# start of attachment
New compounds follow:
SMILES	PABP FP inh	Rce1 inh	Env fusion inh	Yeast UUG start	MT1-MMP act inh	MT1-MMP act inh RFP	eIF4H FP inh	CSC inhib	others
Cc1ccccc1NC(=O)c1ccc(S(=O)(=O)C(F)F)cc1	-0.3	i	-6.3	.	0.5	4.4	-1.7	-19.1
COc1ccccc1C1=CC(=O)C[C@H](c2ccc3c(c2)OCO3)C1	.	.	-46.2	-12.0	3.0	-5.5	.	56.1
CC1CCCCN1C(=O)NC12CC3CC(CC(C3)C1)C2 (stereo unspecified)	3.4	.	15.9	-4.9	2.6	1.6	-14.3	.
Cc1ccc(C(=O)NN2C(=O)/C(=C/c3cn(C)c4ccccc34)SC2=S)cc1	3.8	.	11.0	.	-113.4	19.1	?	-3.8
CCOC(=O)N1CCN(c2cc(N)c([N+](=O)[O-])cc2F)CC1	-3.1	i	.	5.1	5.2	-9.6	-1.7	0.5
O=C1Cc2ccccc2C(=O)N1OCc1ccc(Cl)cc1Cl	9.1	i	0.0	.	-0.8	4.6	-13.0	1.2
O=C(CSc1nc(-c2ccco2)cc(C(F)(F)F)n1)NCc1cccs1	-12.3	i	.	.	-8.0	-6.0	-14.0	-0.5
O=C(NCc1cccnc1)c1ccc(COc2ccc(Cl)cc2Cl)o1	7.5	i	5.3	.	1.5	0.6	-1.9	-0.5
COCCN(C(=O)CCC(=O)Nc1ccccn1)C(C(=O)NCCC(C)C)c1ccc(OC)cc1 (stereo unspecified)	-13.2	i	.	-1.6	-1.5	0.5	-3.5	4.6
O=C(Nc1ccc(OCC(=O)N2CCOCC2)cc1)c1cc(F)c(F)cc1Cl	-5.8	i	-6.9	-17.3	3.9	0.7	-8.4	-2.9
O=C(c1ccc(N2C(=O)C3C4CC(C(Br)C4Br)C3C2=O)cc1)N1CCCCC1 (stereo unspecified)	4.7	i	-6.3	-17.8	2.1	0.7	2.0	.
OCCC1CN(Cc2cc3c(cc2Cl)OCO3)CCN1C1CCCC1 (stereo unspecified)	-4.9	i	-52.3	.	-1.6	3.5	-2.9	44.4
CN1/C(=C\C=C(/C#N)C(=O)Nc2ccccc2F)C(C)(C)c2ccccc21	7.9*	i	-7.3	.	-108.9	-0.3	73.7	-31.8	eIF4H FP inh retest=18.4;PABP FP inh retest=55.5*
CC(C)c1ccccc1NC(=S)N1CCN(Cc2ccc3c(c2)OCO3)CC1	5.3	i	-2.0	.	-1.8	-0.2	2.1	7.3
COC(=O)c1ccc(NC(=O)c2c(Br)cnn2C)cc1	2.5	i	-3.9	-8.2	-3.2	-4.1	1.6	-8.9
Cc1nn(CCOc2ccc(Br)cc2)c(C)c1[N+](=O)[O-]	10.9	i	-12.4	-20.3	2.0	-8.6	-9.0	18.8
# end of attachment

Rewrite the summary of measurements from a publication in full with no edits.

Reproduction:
New compounds follow:
SMILES	PABP FP inh	Rce1 inh	Env fusion inh	Yeast UUG start	MT1-MMP act inh	MT1-MMP act inh RFP	eIF4H FP inh	CSC inhib	others
Cc1ccccc1NC(=O)c1ccc(S(=O)(=O)C(F)F)cc1	-0.3	i	-6.3	.	0.5	4.4	-1.7	-19.1
COc1ccccc1C1=CC(=O)C[C@H](c2ccc3c(c2)OCO3)C1	.	.	-46.2	-12.0	3.0	-5.5	.	56.1
CC1CCCCN1C(=O)NC12CC3CC(CC(C3)C1)C2 (stereo unspecified)	3.4	.	15.9	-4.9	2.6	1.6	-14.3	.
Cc1ccc(C(=O)NN2C(=O)/C(=C/c3cn(C)c4ccccc34)SC2=S)cc1	3.8	.	11.0	.	-113.4	19.1	?	-3.8
CCOC(=O)N1CCN(c2cc(N)c([N+](=O)[O-])cc2F)CC1	-3.1	i	.	5.1	5.2	-9.6	-1.7	0.5
O=C1Cc2ccccc2C(=O)N1OCc1ccc(Cl)cc1Cl	9.1	i	0.0	.	-0.8	4.6	-13.0	1.2
O=C(CSc1nc(-c2ccco2)cc(C(F)(F)F)n1)NCc1cccs1	-12.3	i	.	.	-8.0	-6.0	-14.0	-0.5
O=C(NCc1cccnc1)c1ccc(COc2ccc(Cl)cc2Cl)o1	7.5	i	5.3	.	1.5	0.6	-1.9	-0.5
COCCN(C(=O)CCC(=O)Nc1ccccn1)C(C(=O)NCCC(C)C)c1ccc(OC)cc1 (stereo unspecified)	-13.2	i	.	-1.6	-1.5	0.5	-3.5	4.6
O=C(Nc1ccc(OCC(=O)N2CCOCC2)cc1)c1cc(F)c(F)cc1Cl	-5.8	i	-6.9	-17.3	3.9	0.7	-8.4	-2.9
O=C(c1ccc(N2C(=O)C3C4CC(C(Br)C4Br)C3C2=O)cc1)N1CCCCC1 (stereo unspecified)	4.7	i	-6.3	-17.8	2.1	0.7	2.0	.
OCCC1CN(Cc2cc3c(cc2Cl)OCO3)CCN1C1CCCC1 (stereo unspecified)	-4.9	i	-52.3	.	-1.6	3.5	-2.9	44.4
CN1/C(=C\C=C(/C#N)C(=O)Nc2ccccc2F)C(C)(C)c2ccccc21	7.9*	i	-7.3	.	-108.9	-0.3	73.7	-31.8	eIF4H FP inh retest=18.4;PABP FP inh retest=55.5*
CC(C)c1ccccc1NC(=S)N1CCN(Cc2ccc3c(c2)OCO3)CC1	5.3	i	-2.0	.	-1.8	-0.2	2.1	7.3
COC(=O)c1ccc(NC(=O)c2c(Br)cnn2C)cc1	2.5	i	-3.9	-8.2	-3.2	-4.1	1.6	-8.9
Cc1nn(CCOc2ccc(Br)cc2)c(C)c1[N+](=O)[O-]	10.9	i	-12.4	-20.3	2.0	-8.6	-9.0	18.8